Supreme Court Rules Against Navajo Nation in Water Rights Fight

June 22, 2023

The Supreme Court on Thursday ruled against the Navajo Nation in a legal dispute involving water access for the native tribe.

The case of Arizona v Navajo Nation centered on a dispute over access to the drought-stricken Colorado River system.

In a 5-4 ruling, Justice Bret Kavanaugh wrote the opinion, stating that the 1868 peace treaty with the Navajo “did not impose a duty on the United States to take affirmative steps to secure water for the Tribe.” 

He added, “[I]t is not the Judiciary’s role to update the law. And on this issue, it is particularly important that federal courts not do so.” 

Justice Neil Gorsuch wrote the dissent, comparing the Navajo’s years-long attempt to “find out what water rights the United States holds for them” to spending time at the Department of Motor Vehicles.

“The Navajo have waited patiently for someone, anyone, to help them, only to be told (repeatedly) that they have been standing in the wrong line and must try another,” wrote Gorsuch.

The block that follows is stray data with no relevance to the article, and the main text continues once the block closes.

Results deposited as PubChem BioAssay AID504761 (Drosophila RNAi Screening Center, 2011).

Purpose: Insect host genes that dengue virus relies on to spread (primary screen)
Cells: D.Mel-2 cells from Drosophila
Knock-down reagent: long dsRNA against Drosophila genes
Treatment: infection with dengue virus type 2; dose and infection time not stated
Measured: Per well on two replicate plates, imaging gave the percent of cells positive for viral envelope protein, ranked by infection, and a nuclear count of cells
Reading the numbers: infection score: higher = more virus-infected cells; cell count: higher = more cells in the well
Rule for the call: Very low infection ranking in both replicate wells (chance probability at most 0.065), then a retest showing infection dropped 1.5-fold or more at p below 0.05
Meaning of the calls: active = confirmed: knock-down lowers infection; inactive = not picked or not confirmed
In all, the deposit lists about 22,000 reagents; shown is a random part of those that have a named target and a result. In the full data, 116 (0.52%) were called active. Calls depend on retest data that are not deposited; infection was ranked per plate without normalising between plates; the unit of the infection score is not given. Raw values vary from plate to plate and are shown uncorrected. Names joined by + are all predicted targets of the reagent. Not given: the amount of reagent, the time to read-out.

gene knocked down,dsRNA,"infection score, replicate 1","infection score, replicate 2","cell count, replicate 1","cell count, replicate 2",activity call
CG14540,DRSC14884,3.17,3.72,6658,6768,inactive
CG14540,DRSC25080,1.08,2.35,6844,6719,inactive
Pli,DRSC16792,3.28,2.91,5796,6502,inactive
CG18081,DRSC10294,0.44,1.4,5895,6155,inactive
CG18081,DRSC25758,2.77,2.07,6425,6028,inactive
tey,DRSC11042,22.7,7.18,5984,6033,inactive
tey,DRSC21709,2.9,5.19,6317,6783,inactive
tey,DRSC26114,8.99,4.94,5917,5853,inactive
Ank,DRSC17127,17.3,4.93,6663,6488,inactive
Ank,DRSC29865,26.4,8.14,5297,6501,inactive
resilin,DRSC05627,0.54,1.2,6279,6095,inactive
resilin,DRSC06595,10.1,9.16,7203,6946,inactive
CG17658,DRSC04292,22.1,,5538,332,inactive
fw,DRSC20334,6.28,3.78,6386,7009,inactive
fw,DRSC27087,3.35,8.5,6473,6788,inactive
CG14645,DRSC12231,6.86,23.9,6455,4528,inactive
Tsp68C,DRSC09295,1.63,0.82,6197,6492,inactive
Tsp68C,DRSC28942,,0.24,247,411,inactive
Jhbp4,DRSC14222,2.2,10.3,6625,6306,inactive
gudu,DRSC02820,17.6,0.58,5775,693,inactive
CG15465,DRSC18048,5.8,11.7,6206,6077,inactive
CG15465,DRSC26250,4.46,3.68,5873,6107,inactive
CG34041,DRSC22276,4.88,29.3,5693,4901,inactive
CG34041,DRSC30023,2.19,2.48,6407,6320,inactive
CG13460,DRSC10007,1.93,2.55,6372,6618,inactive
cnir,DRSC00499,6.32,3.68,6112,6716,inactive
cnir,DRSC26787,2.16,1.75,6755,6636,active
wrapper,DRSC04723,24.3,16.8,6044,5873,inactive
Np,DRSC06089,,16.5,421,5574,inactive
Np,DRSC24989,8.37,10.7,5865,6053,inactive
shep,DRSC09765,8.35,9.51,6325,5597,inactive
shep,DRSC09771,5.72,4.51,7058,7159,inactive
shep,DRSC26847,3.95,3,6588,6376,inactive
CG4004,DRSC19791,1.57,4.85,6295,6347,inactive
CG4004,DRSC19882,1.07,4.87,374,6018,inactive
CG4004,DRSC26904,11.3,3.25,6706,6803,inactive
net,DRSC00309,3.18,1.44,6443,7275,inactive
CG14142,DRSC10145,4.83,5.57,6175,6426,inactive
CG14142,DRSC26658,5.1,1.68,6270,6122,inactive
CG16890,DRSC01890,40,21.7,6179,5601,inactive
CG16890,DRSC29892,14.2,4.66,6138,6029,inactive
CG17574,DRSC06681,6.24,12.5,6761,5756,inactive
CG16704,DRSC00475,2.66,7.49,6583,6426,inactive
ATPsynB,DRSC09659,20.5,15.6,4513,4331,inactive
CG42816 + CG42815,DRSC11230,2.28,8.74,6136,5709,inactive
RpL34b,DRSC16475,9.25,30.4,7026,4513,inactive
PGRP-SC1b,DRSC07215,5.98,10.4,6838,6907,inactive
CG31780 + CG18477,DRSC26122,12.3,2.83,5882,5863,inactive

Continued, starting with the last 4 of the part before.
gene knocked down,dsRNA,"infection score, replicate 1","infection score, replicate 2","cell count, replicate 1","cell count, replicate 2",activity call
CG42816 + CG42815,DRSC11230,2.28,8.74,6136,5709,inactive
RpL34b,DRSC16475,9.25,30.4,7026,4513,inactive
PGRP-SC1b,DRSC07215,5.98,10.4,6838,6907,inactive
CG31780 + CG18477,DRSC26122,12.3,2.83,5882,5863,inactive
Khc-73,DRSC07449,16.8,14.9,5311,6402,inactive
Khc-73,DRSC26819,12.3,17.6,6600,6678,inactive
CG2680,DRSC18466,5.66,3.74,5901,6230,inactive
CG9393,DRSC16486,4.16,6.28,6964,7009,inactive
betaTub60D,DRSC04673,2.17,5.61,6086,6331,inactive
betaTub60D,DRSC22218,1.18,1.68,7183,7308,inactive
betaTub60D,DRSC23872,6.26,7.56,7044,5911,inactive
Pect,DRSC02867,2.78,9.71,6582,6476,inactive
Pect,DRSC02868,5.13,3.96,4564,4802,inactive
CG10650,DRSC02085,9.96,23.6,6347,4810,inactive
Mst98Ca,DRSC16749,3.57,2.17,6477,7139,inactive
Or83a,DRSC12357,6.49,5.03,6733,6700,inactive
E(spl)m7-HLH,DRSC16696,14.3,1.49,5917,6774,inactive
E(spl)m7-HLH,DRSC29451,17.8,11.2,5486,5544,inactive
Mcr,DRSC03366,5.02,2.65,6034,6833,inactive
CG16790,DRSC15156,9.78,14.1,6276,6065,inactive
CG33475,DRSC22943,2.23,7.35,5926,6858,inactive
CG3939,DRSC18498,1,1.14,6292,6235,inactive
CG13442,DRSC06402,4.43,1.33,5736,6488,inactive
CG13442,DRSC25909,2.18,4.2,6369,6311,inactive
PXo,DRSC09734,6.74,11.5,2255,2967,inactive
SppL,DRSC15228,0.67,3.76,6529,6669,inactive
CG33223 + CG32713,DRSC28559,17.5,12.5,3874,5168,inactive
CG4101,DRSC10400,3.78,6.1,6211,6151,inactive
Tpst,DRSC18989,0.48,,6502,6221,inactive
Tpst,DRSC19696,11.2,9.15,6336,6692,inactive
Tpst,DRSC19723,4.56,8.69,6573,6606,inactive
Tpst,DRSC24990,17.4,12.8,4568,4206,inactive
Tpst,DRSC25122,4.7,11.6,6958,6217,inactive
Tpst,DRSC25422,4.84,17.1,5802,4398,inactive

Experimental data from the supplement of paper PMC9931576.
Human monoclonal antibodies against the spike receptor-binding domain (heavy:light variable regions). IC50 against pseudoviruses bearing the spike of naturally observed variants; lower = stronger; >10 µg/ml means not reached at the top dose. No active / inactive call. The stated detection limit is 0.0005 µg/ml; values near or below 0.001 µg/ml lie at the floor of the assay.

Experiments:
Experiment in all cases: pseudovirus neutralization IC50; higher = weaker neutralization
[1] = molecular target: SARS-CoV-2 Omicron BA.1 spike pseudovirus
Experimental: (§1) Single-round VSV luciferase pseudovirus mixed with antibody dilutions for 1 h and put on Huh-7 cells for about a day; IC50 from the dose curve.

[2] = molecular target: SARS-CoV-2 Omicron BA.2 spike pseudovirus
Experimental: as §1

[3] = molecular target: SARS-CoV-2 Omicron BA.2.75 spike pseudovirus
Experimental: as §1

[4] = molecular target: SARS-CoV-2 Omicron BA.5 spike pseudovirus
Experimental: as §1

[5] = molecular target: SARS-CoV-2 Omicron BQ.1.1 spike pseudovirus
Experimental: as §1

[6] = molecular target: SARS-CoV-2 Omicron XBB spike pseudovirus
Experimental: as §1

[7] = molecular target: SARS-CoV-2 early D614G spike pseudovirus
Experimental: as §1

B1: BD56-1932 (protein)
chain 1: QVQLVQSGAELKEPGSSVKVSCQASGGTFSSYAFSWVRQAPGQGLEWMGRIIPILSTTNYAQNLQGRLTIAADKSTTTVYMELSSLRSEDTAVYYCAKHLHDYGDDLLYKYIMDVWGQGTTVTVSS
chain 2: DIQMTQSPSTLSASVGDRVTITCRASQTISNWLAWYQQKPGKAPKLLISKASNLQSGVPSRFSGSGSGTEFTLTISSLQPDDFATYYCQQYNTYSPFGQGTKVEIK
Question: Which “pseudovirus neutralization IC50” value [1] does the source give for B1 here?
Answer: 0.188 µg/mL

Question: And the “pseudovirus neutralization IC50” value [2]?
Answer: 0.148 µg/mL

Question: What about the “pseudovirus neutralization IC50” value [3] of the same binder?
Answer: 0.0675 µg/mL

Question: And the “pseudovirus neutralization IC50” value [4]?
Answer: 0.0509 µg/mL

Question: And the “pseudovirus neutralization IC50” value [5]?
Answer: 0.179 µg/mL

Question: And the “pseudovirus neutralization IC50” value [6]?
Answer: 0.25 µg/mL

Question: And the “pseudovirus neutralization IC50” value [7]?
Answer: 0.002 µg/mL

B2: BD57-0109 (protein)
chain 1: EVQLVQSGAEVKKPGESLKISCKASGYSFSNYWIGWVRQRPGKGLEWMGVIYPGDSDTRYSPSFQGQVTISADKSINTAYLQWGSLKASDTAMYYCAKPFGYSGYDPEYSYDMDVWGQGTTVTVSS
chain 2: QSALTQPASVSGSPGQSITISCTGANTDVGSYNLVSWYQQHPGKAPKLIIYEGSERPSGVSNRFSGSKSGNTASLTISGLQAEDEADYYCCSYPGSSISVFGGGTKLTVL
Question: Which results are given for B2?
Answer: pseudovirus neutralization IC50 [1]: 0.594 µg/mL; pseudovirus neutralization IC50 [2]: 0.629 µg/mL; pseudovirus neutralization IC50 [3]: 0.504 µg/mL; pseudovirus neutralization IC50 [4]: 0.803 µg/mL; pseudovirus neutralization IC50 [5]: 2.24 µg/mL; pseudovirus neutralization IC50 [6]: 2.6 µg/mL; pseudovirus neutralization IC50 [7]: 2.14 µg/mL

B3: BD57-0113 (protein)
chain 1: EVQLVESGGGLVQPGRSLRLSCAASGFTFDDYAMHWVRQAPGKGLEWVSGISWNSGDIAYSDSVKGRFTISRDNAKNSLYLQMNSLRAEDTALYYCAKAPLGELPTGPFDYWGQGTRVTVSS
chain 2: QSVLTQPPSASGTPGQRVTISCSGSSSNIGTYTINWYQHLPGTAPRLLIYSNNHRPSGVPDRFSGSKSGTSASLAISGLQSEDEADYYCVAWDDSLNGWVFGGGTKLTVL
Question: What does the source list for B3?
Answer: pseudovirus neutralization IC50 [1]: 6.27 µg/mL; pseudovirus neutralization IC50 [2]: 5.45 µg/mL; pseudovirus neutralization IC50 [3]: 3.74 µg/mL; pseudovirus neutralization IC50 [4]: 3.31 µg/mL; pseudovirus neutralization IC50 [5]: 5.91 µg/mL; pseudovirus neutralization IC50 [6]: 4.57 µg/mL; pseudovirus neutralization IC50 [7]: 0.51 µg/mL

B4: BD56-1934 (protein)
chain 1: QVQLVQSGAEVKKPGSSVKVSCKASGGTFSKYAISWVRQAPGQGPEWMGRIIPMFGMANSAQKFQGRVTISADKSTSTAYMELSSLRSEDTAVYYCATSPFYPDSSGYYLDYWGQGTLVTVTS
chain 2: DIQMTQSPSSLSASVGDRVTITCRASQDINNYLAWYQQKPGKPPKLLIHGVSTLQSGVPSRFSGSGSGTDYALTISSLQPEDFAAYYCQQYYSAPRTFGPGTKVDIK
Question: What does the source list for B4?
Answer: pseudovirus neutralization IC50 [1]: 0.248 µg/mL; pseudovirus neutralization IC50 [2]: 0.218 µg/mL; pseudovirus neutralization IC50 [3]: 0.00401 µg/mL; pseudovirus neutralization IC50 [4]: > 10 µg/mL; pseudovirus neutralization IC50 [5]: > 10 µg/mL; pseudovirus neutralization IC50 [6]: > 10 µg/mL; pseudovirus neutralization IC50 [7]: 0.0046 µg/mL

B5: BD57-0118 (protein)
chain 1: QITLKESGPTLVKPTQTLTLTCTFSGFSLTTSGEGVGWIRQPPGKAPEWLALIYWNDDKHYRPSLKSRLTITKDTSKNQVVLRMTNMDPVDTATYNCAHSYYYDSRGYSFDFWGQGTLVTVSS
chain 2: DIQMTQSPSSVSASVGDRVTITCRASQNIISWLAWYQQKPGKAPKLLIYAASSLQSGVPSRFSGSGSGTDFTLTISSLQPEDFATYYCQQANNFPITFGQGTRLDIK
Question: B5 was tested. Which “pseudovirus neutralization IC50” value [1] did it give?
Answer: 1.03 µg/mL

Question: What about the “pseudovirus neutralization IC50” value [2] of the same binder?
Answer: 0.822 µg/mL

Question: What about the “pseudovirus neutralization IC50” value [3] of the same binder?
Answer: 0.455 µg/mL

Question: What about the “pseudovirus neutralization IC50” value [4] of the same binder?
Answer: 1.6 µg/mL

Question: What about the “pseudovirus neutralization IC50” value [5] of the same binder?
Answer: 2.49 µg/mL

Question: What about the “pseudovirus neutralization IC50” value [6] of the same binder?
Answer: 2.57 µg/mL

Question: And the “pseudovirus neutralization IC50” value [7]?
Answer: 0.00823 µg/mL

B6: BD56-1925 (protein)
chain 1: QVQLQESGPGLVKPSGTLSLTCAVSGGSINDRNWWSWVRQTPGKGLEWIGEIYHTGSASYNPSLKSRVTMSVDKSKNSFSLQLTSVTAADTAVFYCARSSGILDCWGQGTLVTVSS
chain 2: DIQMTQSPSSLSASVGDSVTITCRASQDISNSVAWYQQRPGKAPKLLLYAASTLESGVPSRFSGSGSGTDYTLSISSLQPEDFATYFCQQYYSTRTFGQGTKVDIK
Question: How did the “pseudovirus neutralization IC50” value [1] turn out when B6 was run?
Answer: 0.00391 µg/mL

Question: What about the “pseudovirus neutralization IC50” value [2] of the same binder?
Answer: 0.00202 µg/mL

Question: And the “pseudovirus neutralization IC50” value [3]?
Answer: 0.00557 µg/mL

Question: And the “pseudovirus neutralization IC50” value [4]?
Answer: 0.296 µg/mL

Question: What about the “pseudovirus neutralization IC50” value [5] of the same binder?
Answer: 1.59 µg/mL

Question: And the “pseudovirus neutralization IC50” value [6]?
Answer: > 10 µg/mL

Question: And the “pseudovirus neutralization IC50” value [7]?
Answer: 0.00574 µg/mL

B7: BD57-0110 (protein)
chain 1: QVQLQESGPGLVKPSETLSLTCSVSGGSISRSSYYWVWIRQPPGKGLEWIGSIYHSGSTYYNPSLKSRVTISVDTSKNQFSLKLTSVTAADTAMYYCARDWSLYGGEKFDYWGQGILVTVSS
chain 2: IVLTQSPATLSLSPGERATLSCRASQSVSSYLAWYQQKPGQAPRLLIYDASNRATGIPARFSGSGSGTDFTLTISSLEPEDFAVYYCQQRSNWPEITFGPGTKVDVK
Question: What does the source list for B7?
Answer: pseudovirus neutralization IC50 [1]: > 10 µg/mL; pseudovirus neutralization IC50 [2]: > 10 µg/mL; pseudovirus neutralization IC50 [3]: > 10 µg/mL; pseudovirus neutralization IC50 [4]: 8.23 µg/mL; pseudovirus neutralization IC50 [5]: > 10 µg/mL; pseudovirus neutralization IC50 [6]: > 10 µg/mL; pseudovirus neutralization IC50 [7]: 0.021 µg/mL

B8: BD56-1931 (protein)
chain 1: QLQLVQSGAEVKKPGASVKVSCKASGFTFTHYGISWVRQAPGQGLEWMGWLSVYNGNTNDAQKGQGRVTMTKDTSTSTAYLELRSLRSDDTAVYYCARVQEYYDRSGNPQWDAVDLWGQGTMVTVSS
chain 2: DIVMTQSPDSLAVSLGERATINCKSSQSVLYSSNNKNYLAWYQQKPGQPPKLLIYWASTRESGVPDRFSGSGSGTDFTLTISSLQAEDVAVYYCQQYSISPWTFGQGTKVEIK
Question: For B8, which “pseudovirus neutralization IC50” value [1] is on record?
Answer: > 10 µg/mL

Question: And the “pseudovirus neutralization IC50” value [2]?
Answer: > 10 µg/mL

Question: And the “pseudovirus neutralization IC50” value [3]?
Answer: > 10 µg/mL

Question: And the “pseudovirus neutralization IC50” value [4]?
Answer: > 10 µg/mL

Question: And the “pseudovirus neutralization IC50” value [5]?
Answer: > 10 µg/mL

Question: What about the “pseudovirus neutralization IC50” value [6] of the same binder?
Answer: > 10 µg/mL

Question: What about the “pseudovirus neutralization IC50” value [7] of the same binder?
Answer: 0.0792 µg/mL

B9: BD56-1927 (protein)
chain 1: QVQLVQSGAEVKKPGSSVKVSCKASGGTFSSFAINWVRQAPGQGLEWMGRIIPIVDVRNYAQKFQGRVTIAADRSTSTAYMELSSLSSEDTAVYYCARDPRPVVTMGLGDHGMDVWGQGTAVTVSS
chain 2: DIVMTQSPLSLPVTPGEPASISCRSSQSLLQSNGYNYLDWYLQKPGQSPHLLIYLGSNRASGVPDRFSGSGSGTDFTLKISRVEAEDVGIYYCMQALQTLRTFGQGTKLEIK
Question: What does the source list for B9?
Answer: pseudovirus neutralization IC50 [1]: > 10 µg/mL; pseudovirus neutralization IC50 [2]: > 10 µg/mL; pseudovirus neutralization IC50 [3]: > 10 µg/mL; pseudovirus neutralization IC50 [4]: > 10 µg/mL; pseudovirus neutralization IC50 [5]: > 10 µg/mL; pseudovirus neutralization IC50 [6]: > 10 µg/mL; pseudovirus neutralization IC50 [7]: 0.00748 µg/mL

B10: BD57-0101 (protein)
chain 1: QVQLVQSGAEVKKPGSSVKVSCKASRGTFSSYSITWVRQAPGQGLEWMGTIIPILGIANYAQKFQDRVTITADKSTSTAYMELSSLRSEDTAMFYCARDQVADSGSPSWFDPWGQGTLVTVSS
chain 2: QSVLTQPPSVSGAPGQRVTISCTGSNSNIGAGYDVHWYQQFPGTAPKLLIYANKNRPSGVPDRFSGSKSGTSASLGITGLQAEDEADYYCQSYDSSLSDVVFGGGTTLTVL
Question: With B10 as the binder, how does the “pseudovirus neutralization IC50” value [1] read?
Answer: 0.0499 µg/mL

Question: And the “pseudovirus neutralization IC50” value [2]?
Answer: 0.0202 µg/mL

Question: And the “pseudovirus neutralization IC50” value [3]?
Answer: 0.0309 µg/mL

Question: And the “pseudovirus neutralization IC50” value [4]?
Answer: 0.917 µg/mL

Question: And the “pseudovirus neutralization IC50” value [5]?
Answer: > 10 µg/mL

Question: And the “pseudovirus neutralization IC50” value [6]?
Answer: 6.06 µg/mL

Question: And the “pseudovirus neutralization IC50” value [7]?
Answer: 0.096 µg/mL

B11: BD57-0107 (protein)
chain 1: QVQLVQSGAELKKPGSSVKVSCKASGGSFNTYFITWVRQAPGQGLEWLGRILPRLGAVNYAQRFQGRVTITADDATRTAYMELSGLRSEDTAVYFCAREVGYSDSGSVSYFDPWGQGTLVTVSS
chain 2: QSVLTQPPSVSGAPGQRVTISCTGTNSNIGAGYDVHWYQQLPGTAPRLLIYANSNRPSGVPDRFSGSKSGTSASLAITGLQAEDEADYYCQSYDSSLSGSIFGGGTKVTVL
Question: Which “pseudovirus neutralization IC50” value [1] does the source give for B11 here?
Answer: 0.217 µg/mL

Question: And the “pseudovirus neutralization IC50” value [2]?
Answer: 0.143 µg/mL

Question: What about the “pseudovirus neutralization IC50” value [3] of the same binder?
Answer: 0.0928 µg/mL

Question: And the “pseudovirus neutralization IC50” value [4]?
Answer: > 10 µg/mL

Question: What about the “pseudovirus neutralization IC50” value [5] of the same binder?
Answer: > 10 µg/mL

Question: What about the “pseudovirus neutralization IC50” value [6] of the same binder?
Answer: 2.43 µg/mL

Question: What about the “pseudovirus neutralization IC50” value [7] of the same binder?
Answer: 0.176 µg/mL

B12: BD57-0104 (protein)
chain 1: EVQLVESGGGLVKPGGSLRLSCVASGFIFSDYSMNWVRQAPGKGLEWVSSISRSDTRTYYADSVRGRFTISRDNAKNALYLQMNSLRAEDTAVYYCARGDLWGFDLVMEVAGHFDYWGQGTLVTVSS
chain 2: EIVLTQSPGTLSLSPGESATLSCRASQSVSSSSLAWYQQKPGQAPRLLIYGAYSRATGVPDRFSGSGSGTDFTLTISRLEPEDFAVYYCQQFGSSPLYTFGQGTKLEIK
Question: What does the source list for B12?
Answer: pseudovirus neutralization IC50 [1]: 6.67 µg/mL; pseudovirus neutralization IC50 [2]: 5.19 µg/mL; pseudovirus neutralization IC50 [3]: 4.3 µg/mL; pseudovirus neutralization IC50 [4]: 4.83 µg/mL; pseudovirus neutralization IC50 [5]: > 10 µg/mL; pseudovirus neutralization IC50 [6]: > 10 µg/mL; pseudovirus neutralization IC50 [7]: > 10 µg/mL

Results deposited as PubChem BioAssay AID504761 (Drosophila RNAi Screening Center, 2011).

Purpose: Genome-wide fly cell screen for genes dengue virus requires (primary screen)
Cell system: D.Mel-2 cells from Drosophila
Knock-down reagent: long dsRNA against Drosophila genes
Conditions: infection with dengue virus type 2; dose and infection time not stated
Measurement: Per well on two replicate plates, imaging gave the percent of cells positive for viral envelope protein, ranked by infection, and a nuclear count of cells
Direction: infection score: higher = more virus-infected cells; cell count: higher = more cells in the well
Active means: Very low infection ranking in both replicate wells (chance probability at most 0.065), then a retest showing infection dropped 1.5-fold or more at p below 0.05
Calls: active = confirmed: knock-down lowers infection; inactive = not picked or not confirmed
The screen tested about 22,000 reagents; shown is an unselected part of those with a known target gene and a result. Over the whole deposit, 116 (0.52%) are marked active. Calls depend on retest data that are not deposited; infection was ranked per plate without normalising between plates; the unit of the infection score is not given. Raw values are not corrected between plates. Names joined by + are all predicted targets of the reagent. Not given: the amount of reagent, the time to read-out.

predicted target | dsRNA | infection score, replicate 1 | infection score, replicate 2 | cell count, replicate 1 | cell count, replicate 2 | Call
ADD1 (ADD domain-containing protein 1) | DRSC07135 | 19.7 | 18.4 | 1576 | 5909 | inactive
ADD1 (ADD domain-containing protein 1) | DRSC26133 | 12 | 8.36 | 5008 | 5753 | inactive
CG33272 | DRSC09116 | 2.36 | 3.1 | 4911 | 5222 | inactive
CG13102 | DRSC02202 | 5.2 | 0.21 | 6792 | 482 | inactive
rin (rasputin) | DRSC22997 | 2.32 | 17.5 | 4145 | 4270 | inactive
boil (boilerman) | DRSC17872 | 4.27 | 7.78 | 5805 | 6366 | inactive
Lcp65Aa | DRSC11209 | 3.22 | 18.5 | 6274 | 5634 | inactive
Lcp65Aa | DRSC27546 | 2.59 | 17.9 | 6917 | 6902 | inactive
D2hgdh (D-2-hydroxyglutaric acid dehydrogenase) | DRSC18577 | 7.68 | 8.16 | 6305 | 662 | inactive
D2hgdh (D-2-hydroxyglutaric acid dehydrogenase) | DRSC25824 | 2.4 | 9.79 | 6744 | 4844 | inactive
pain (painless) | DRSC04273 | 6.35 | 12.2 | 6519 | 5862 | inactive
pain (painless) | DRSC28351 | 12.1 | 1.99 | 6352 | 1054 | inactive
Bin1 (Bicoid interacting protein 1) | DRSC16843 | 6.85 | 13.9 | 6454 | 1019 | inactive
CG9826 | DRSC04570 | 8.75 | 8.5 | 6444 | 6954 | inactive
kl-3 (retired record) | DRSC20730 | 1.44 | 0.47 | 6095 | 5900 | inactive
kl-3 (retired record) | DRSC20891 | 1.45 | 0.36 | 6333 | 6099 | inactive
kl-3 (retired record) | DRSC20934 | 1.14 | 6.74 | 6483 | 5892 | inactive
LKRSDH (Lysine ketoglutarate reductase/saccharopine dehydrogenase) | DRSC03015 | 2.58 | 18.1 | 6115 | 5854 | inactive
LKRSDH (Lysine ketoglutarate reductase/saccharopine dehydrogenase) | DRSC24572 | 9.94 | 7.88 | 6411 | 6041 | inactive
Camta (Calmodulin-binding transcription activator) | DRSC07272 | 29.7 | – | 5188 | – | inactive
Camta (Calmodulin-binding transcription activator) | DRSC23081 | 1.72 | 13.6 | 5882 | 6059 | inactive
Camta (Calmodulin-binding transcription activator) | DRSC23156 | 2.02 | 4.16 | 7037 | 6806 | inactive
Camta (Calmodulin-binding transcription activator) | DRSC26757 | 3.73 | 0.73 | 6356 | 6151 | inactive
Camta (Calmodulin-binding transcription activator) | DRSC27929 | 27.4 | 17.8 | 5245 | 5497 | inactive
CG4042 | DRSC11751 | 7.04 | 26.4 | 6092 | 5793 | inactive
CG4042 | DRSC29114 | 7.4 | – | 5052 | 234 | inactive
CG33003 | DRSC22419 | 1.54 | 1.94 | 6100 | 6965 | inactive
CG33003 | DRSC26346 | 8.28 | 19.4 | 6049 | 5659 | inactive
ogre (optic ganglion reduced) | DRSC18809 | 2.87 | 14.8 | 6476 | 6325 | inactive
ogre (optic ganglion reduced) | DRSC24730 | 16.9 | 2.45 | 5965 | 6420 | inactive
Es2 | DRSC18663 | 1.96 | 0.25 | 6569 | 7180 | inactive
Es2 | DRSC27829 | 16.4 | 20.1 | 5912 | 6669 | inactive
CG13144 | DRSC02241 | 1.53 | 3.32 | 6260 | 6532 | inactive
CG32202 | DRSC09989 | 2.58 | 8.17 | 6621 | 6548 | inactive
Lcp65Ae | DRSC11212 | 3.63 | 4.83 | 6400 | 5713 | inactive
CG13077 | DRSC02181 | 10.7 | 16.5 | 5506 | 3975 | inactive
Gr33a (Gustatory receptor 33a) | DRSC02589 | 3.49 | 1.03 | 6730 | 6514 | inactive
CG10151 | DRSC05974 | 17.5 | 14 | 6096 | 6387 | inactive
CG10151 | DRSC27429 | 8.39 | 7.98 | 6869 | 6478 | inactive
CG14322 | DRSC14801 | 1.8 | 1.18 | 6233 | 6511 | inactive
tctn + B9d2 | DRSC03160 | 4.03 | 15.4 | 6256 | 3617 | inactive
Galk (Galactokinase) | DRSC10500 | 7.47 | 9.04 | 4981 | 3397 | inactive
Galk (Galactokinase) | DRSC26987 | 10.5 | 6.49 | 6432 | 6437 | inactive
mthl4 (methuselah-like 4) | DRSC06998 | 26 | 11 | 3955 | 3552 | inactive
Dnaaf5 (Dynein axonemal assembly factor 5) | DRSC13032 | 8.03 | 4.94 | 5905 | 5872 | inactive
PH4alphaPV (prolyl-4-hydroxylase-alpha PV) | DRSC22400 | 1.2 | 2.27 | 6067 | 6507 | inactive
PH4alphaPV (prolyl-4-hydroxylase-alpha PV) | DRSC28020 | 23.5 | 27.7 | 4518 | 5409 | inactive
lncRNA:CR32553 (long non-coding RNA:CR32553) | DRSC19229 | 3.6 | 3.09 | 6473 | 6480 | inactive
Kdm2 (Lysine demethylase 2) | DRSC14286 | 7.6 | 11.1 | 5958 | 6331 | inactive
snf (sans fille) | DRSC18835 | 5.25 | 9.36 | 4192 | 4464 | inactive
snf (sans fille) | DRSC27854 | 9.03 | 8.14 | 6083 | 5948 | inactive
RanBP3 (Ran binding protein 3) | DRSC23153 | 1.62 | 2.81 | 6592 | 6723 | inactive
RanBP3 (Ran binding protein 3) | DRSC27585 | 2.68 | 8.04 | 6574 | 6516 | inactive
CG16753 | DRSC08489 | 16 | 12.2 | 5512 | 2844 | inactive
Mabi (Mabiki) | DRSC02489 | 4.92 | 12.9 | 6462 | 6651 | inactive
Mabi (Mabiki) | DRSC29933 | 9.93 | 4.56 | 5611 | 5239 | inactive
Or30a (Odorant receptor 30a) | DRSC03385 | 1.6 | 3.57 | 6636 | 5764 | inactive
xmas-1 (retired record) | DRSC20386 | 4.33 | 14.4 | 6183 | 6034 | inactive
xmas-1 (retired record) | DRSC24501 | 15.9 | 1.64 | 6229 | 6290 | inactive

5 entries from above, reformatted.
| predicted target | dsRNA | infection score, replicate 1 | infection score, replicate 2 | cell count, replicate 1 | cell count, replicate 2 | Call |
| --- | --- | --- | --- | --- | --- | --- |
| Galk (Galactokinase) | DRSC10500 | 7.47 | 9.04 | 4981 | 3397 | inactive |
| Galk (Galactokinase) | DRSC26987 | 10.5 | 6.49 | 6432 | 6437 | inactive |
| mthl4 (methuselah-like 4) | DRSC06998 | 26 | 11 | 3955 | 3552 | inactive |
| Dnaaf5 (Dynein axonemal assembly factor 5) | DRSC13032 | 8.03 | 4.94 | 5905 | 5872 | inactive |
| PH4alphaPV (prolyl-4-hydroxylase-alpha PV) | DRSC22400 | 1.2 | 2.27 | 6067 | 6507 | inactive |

The Navajo Tribe is one of the largest in the United States, with more than 300,000 enrolled members.

The tribe sued the federal government in 2003, seeking to compel it to assess the tribe’s needs and devise a plan to meet them. The states of Arizona, Colorado and Nevada intervened in order to protect their own access to the Colorado River.

Out West “water has long been scarce, and the problem is getting worse,” Kavanaugh wrote.

Chief Justice John Roberts  and Justices Clarence Thomas, Samuel Alito and Amy Coney Barrett joined Kavanaugh in the majority opinion against the Navajo Nation.

PHOTO: Navajo Bridge over the Colorado River

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